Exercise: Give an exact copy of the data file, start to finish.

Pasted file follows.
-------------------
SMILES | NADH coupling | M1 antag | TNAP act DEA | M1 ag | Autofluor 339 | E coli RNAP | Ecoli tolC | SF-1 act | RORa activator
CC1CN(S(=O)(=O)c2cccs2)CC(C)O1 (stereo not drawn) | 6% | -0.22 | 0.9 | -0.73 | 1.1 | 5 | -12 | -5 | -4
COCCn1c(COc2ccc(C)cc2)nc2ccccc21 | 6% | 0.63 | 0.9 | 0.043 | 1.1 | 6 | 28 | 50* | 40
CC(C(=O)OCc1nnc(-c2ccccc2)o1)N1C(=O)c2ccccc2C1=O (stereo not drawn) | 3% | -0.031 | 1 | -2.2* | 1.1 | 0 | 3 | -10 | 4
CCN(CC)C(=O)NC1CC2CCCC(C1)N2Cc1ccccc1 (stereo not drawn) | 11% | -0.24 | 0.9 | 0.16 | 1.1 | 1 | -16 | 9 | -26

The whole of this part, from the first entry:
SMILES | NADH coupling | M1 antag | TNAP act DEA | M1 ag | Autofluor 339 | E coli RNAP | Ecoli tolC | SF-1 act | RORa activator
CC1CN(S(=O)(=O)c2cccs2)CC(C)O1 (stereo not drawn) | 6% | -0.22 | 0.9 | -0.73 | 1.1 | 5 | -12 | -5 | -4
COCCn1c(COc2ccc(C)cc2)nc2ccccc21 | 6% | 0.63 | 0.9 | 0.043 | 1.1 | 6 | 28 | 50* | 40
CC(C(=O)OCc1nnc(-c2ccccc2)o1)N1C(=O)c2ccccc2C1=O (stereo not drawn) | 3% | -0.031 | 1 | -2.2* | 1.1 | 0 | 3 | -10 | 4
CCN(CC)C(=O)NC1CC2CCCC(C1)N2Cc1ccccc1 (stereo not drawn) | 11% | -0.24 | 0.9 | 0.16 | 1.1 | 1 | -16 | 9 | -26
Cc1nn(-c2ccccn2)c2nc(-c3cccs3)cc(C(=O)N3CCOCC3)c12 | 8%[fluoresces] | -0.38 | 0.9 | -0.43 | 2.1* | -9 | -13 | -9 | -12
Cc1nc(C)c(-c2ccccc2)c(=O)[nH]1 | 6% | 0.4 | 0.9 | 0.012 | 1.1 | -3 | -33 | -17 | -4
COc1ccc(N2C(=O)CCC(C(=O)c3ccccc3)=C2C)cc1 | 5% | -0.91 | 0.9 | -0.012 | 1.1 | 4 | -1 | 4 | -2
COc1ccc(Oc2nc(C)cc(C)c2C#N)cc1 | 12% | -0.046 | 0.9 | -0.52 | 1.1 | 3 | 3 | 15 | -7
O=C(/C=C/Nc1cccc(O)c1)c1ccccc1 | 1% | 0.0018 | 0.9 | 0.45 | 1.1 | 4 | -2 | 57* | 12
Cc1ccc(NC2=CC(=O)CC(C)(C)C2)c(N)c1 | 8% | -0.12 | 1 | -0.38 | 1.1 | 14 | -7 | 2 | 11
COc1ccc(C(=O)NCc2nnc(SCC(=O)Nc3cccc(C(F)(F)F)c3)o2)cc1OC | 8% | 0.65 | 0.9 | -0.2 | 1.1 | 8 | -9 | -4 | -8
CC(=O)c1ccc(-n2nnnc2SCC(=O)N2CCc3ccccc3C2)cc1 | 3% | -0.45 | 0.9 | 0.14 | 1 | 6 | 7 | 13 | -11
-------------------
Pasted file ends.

SMILES | NADH coupling | M1 antag | TNAP act DEA | M1 ag | Autofluor 339 | E coli RNAP | Ecoli tolC | SF-1 act | RORa activator
CC1CN(S(=O)(=O)c2cccs2)CC(C)O1 (stereo not drawn) | 6% | -0.22 | 0.9 | -0.73 | 1.1 | 5 | -12 | -5 | -4
COCCn1c(COc2ccc(C)cc2)nc2ccccc21 | 6% | 0.63 | 0.9 | 0.043 | 1.1 | 6 | 28 | 50* | 40
CC(C(=O)OCc1nnc(-c2ccccc2)o1)N1C(=O)c2ccccc2C1=O (stereo not drawn) | 3% | -0.031 | 1 | -2.2* | 1.1 | 0 | 3 | -10 | 4
CCN(CC)C(=O)NC1CC2CCCC(C1)N2Cc1ccccc1 (stereo not drawn) | 11% | -0.24 | 0.9 | 0.16 | 1.1 | 1 | -16 | 9 | -26

The whole of this part, from the first entry:
SMILES | NADH coupling | M1 antag | TNAP act DEA | M1 ag | Autofluor 339 | E coli RNAP | Ecoli tolC | SF-1 act | RORa activator
CC1CN(S(=O)(=O)c2cccs2)CC(C)O1 (stereo not drawn) | 6% | -0.22 | 0.9 | -0.73 | 1.1 | 5 | -12 | -5 | -4
COCCn1c(COc2ccc(C)cc2)nc2ccccc21 | 6% | 0.63 | 0.9 | 0.043 | 1.1 | 6 | 28 | 50* | 40
CC(C(=O)OCc1nnc(-c2ccccc2)o1)N1C(=O)c2ccccc2C1=O (stereo not drawn) | 3% | -0.031 | 1 | -2.2* | 1.1 | 0 | 3 | -10 | 4
CCN(CC)C(=O)NC1CC2CCCC(C1)N2Cc1ccccc1 (stereo not drawn) | 11% | -0.24 | 0.9 | 0.16 | 1.1 | 1 | -16 | 9 | -26
Cc1nn(-c2ccccn2)c2nc(-c3cccs3)cc(C(=O)N3CCOCC3)c12 | 8%[fluoresces] | -0.38 | 0.9 | -0.43 | 2.1* | -9 | -13 | -9 | -12
Cc1nc(C)c(-c2ccccc2)c(=O)[nH]1 | 6% | 0.4 | 0.9 | 0.012 | 1.1 | -3 | -33 | -17 | -4
COc1ccc(N2C(=O)CCC(C(=O)c3ccccc3)=C2C)cc1 | 5% | -0.91 | 0.9 | -0.012 | 1.1 | 4 | -1 | 4 | -2
COc1ccc(Oc2nc(C)cc(C)c2C#N)cc1 | 12% | -0.046 | 0.9 | -0.52 | 1.1 | 3 | 3 | 15 | -7
O=C(/C=C/Nc1cccc(O)c1)c1ccccc1 | 1% | 0.0018 | 0.9 | 0.45 | 1.1 | 4 | -2 | 57* | 12
Cc1ccc(NC2=CC(=O)CC(C)(C)C2)c(N)c1 | 8% | -0.12 | 1 | -0.38 | 1.1 | 14 | -7 | 2 | 11
COc1ccc(C(=O)NCc2nnc(SCC(=O)Nc3cccc(C(F)(F)F)c3)o2)cc1OC | 8% | 0.65 | 0.9 | -0.2 | 1.1 | 8 | -9 | -4 | -8
CC(=O)c1ccc(-n2nnnc2SCC(=O)N2CCc3ccccc3C2)cc1 | 3% | -0.45 | 0.9 | 0.14 | 1 | 6 | 7 | 13 | -11